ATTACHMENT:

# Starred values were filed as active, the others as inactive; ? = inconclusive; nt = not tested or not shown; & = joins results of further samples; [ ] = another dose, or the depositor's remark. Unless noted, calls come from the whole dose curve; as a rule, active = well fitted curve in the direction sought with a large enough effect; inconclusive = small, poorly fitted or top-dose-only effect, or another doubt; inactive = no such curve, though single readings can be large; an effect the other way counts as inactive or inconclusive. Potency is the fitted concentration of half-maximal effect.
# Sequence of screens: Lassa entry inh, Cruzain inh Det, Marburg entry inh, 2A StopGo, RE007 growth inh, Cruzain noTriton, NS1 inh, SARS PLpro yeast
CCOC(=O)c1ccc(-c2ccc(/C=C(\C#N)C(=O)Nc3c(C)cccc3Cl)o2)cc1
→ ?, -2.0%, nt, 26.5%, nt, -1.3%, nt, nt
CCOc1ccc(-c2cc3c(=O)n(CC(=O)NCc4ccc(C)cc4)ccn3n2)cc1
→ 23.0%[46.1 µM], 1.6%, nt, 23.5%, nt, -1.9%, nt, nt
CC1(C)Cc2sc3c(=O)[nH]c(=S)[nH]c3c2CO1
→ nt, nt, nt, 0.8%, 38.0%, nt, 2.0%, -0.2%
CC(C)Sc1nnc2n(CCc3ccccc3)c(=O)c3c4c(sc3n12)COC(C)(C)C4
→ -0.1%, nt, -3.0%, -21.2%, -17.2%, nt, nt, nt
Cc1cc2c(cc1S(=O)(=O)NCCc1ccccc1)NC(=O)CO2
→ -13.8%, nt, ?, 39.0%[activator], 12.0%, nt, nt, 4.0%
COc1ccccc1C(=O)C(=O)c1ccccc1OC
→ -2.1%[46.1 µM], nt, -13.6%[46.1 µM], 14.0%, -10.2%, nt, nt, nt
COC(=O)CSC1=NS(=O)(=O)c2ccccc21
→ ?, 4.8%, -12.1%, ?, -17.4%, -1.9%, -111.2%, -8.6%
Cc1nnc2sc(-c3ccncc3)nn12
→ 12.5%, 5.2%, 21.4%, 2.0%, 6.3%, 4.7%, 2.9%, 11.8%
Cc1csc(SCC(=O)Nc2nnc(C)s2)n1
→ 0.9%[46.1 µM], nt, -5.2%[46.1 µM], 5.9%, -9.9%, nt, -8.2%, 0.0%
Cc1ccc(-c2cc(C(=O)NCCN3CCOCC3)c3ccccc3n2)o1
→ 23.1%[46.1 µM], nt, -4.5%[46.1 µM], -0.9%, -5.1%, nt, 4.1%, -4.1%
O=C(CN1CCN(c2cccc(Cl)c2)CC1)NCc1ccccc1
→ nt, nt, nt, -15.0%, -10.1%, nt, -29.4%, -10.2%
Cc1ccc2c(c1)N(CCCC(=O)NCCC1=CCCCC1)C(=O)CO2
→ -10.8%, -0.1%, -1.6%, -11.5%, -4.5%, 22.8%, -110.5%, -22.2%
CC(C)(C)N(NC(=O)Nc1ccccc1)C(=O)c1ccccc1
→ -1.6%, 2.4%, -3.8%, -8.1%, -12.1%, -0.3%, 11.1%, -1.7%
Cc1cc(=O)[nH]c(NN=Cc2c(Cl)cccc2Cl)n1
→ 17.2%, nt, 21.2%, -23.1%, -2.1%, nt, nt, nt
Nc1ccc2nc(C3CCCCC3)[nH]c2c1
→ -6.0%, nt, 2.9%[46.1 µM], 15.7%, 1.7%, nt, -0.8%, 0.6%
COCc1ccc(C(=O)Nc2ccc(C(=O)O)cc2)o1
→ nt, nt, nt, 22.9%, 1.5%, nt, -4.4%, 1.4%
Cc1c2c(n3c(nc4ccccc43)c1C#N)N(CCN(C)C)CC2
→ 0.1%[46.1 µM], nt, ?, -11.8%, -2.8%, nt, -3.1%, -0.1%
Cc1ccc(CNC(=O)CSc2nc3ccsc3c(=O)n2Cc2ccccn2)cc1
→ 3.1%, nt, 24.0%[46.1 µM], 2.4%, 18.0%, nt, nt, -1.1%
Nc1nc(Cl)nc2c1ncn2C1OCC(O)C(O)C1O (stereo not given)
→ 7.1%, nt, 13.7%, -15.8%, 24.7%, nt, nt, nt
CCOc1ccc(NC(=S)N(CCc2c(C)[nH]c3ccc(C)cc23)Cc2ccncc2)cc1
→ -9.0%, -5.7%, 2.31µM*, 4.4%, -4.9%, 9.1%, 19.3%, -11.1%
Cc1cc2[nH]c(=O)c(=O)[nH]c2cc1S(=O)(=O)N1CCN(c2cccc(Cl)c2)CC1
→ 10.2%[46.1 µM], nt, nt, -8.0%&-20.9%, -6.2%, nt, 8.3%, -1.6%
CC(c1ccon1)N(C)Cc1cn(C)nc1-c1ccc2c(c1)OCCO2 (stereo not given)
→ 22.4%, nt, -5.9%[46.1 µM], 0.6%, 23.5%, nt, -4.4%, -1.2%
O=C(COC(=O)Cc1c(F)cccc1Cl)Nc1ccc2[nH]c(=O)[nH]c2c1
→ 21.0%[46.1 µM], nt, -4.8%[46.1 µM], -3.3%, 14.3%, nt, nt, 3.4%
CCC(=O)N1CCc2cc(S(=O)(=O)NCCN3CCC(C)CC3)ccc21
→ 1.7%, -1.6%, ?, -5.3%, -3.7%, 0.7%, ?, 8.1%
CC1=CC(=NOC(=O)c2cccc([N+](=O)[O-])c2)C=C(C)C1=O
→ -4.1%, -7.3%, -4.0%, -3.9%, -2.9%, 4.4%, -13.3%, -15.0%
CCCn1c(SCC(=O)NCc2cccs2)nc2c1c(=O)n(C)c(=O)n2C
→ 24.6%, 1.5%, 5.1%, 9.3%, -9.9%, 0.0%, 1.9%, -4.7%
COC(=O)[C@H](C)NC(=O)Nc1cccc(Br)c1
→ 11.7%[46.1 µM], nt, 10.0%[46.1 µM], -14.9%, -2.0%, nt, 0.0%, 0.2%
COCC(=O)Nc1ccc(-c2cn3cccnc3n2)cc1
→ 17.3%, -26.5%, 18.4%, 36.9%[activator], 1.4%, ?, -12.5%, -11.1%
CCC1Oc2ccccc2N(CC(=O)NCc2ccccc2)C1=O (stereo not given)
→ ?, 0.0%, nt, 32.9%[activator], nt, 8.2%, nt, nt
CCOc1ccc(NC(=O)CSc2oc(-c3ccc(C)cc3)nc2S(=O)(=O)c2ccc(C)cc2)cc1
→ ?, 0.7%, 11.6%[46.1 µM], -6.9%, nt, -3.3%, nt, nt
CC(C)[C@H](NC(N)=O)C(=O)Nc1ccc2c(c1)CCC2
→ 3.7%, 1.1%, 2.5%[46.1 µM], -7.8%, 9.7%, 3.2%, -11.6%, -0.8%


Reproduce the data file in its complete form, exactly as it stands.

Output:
# Starred values were filed as active, the others as inactive; ? = inconclusive; nt = not tested or not shown; & = joins results of further samples; [ ] = another dose, or the depositor's remark. Unless noted, calls come from the whole dose curve; as a rule, active = well fitted curve in the direction sought with a large enough effect; inconclusive = small, poorly fitted or top-dose-only effect, or another doubt; inactive = no such curve, though single readings can be large; an effect the other way counts as inactive or inconclusive. Potency is the fitted concentration of half-maximal effect.
# Sequence of screens: Lassa entry inh, Cruzain inh Det, Marburg entry inh, 2A StopGo, RE007 growth inh, Cruzain noTriton, NS1 inh, SARS PLpro yeast
CCOC(=O)c1ccc(-c2ccc(/C=C(\C#N)C(=O)Nc3c(C)cccc3Cl)o2)cc1
→ ?, -2.0%, nt, 26.5%, nt, -1.3%, nt, nt
CCOc1ccc(-c2cc3c(=O)n(CC(=O)NCc4ccc(C)cc4)ccn3n2)cc1
→ 23.0%[46.1 µM], 1.6%, nt, 23.5%, nt, -1.9%, nt, nt
CC1(C)Cc2sc3c(=O)[nH]c(=S)[nH]c3c2CO1
→ nt, nt, nt, 0.8%, 38.0%, nt, 2.0%, -0.2%
CC(C)Sc1nnc2n(CCc3ccccc3)c(=O)c3c4c(sc3n12)COC(C)(C)C4
→ -0.1%, nt, -3.0%, -21.2%, -17.2%, nt, nt, nt
Cc1cc2c(cc1S(=O)(=O)NCCc1ccccc1)NC(=O)CO2
→ -13.8%, nt, ?, 39.0%[activator], 12.0%, nt, nt, 4.0%
COc1ccccc1C(=O)C(=O)c1ccccc1OC
→ -2.1%[46.1 µM], nt, -13.6%[46.1 µM], 14.0%, -10.2%, nt, nt, nt
COC(=O)CSC1=NS(=O)(=O)c2ccccc21
→ ?, 4.8%, -12.1%, ?, -17.4%, -1.9%, -111.2%, -8.6%
Cc1nnc2sc(-c3ccncc3)nn12
→ 12.5%, 5.2%, 21.4%, 2.0%, 6.3%, 4.7%, 2.9%, 11.8%
Cc1csc(SCC(=O)Nc2nnc(C)s2)n1
→ 0.9%[46.1 µM], nt, -5.2%[46.1 µM], 5.9%, -9.9%, nt, -8.2%, 0.0%
Cc1ccc(-c2cc(C(=O)NCCN3CCOCC3)c3ccccc3n2)o1
→ 23.1%[46.1 µM], nt, -4.5%[46.1 µM], -0.9%, -5.1%, nt, 4.1%, -4.1%
O=C(CN1CCN(c2cccc(Cl)c2)CC1)NCc1ccccc1
→ nt, nt, nt, -15.0%, -10.1%, nt, -29.4%, -10.2%
Cc1ccc2c(c1)N(CCCC(=O)NCCC1=CCCCC1)C(=O)CO2
→ -10.8%, -0.1%, -1.6%, -11.5%, -4.5%, 22.8%, -110.5%, -22.2%
CC(C)(C)N(NC(=O)Nc1ccccc1)C(=O)c1ccccc1
→ -1.6%, 2.4%, -3.8%, -8.1%, -12.1%, -0.3%, 11.1%, -1.7%
Cc1cc(=O)[nH]c(NN=Cc2c(Cl)cccc2Cl)n1
→ 17.2%, nt, 21.2%, -23.1%, -2.1%, nt, nt, nt
Nc1ccc2nc(C3CCCCC3)[nH]c2c1
→ -6.0%, nt, 2.9%[46.1 µM], 15.7%, 1.7%, nt, -0.8%, 0.6%
COCc1ccc(C(=O)Nc2ccc(C(=O)O)cc2)o1
→ nt, nt, nt, 22.9%, 1.5%, nt, -4.4%, 1.4%
Cc1c2c(n3c(nc4ccccc43)c1C#N)N(CCN(C)C)CC2
→ 0.1%[46.1 µM], nt, ?, -11.8%, -2.8%, nt, -3.1%, -0.1%
Cc1ccc(CNC(=O)CSc2nc3ccsc3c(=O)n2Cc2ccccn2)cc1
→ 3.1%, nt, 24.0%[46.1 µM], 2.4%, 18.0%, nt, nt, -1.1%
Nc1nc(Cl)nc2c1ncn2C1OCC(O)C(O)C1O (stereo not given)
→ 7.1%, nt, 13.7%, -15.8%, 24.7%, nt, nt, nt
CCOc1ccc(NC(=S)N(CCc2c(C)[nH]c3ccc(C)cc23)Cc2ccncc2)cc1
→ -9.0%, -5.7%, 2.31µM*, 4.4%, -4.9%, 9.1%, 19.3%, -11.1%
Cc1cc2[nH]c(=O)c(=O)[nH]c2cc1S(=O)(=O)N1CCN(c2cccc(Cl)c2)CC1
→ 10.2%[46.1 µM], nt, nt, -8.0%&-20.9%, -6.2%, nt, 8.3%, -1.6%
CC(c1ccon1)N(C)Cc1cn(C)nc1-c1ccc2c(c1)OCCO2 (stereo not given)
→ 22.4%, nt, -5.9%[46.1 µM], 0.6%, 23.5%, nt, -4.4%, -1.2%
O=C(COC(=O)Cc1c(F)cccc1Cl)Nc1ccc2[nH]c(=O)[nH]c2c1
→ 21.0%[46.1 µM], nt, -4.8%[46.1 µM], -3.3%, 14.3%, nt, nt, 3.4%
CCC(=O)N1CCc2cc(S(=O)(=O)NCCN3CCC(C)CC3)ccc21
→ 1.7%, -1.6%, ?, -5.3%, -3.7%, 0.7%, ?, 8.1%
CC1=CC(=NOC(=O)c2cccc([N+](=O)[O-])c2)C=C(C)C1=O
→ -4.1%, -7.3%, -4.0%, -3.9%, -2.9%, 4.4%, -13.3%, -15.0%
CCCn1c(SCC(=O)NCc2cccs2)nc2c1c(=O)n(C)c(=O)n2C
→ 24.6%, 1.5%, 5.1%, 9.3%, -9.9%, 0.0%, 1.9%, -4.7%
COC(=O)[C@H](C)NC(=O)Nc1cccc(Br)c1
→ 11.7%[46.1 µM], nt, 10.0%[46.1 µM], -14.9%, -2.0%, nt, 0.0%, 0.2%
COCC(=O)Nc1ccc(-c2cn3cccnc3n2)cc1
→ 17.3%, -26.5%, 18.4%, 36.9%[activator], 1.4%, ?, -12.5%, -11.1%
CCC1Oc2ccccc2N(CC(=O)NCc2ccccc2)C1=O (stereo not given)
→ ?, 0.0%, nt, 32.9%[activator], nt, 8.2%, nt, nt
CCOc1ccc(NC(=O)CSc2oc(-c3ccc(C)cc3)nc2S(=O)(=O)c2ccc(C)cc2)cc1
→ ?, 0.7%, 11.6%[46.1 µM], -6.9%, nt, -3.3%, nt, nt
CC(C)[C@H](NC(N)=O)C(=O)Nc1ccc2c(c1)CCC2
→ 3.7%, 1.1%, 2.5%[46.1 µM], -7.8%, 9.7%, 3.2%, -11.6%, -0.8%